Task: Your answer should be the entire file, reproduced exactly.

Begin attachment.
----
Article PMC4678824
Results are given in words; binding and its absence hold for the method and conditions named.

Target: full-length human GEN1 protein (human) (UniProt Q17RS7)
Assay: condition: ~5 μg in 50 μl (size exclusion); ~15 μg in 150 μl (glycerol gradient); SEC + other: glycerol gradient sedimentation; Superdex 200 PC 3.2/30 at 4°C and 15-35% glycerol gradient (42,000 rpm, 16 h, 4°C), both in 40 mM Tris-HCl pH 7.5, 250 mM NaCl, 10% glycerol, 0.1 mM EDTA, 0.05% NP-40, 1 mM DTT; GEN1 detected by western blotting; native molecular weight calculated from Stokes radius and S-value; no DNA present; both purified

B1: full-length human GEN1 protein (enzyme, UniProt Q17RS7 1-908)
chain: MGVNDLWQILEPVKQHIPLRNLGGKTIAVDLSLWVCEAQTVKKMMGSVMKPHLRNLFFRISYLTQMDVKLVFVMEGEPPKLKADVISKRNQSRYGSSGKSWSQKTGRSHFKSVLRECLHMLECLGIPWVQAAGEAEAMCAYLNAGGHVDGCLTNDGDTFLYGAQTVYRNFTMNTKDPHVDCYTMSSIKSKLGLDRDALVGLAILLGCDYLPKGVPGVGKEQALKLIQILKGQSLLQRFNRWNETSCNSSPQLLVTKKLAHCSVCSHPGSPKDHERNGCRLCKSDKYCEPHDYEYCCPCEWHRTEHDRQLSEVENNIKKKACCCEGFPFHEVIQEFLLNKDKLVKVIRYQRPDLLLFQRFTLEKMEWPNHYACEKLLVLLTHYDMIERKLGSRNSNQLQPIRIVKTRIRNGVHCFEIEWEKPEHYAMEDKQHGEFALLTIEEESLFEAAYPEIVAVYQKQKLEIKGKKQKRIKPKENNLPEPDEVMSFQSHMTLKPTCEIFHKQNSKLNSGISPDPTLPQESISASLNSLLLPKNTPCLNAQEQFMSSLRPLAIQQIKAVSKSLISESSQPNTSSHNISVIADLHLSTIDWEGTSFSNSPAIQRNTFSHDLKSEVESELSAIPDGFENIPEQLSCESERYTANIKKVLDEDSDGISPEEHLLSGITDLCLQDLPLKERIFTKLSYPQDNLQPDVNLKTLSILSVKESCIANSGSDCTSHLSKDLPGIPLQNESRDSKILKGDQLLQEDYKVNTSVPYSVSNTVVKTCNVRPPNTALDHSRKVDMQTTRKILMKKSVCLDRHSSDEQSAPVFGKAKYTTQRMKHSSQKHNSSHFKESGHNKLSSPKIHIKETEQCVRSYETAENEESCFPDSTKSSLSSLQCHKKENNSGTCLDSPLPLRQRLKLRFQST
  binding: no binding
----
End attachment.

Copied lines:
Article PMC4678824
Results are given in words; binding and its absence hold for the method and conditions named.

Target: full-length human GEN1 protein (human) (UniProt Q17RS7)
Assay: condition: ~5 μg in 50 μl (size exclusion); ~15 μg in 150 μl (glycerol gradient); SEC + other: glycerol gradient sedimentation; Superdex 200 PC 3.2/30 at 4°C and 15-35% glycerol gradient (42,000 rpm, 16 h, 4°C), both in 40 mM Tris-HCl pH 7.5, 250 mM NaCl, 10% glycerol, 0.1 mM EDTA, 0.05% NP-40, 1 mM DTT; GEN1 detected by western blotting; native molecular weight calculated from Stokes radius and S-value; no DNA present; both purified

B1: full-length human GEN1 protein (enzyme, UniProt Q17RS7 1-908)
chain: MGVNDLWQILEPVKQHIPLRNLGGKTIAVDLSLWVCEAQTVKKMMGSVMKPHLRNLFFRISYLTQMDVKLVFVMEGEPPKLKADVISKRNQSRYGSSGKSWSQKTGRSHFKSVLRECLHMLECLGIPWVQAAGEAEAMCAYLNAGGHVDGCLTNDGDTFLYGAQTVYRNFTMNTKDPHVDCYTMSSIKSKLGLDRDALVGLAILLGCDYLPKGVPGVGKEQALKLIQILKGQSLLQRFNRWNETSCNSSPQLLVTKKLAHCSVCSHPGSPKDHERNGCRLCKSDKYCEPHDYEYCCPCEWHRTEHDRQLSEVENNIKKKACCCEGFPFHEVIQEFLLNKDKLVKVIRYQRPDLLLFQRFTLEKMEWPNHYACEKLLVLLTHYDMIERKLGSRNSNQLQPIRIVKTRIRNGVHCFEIEWEKPEHYAMEDKQHGEFALLTIEEESLFEAAYPEIVAVYQKQKLEIKGKKQKRIKPKENNLPEPDEVMSFQSHMTLKPTCEIFHKQNSKLNSGISPDPTLPQESISASLNSLLLPKNTPCLNAQEQFMSSLRPLAIQQIKAVSKSLISESSQPNTSSHNISVIADLHLSTIDWEGTSFSNSPAIQRNTFSHDLKSEVESELSAIPDGFENIPEQLSCESERYTANIKKVLDEDSDGISPEEHLLSGITDLCLQDLPLKERIFTKLSYPQDNLQPDVNLKTLSILSVKESCIANSGSDCTSHLSKDLPGIPLQNESRDSKILKGDQLLQEDYKVNTSVPYSVSNTVVKTCNVRPPNTALDHSRKVDMQTTRKILMKKSVCLDRHSSDEQSAPVFGKAKYTTQRMKHSSQKHNSSHFKESGHNKLSSPKIHIKETEQCVRSYETAENEESCFPDSTKSSLSSLQCHKKENNSGTCLDSPLPLRQRLKLRFQST
  binding: no binding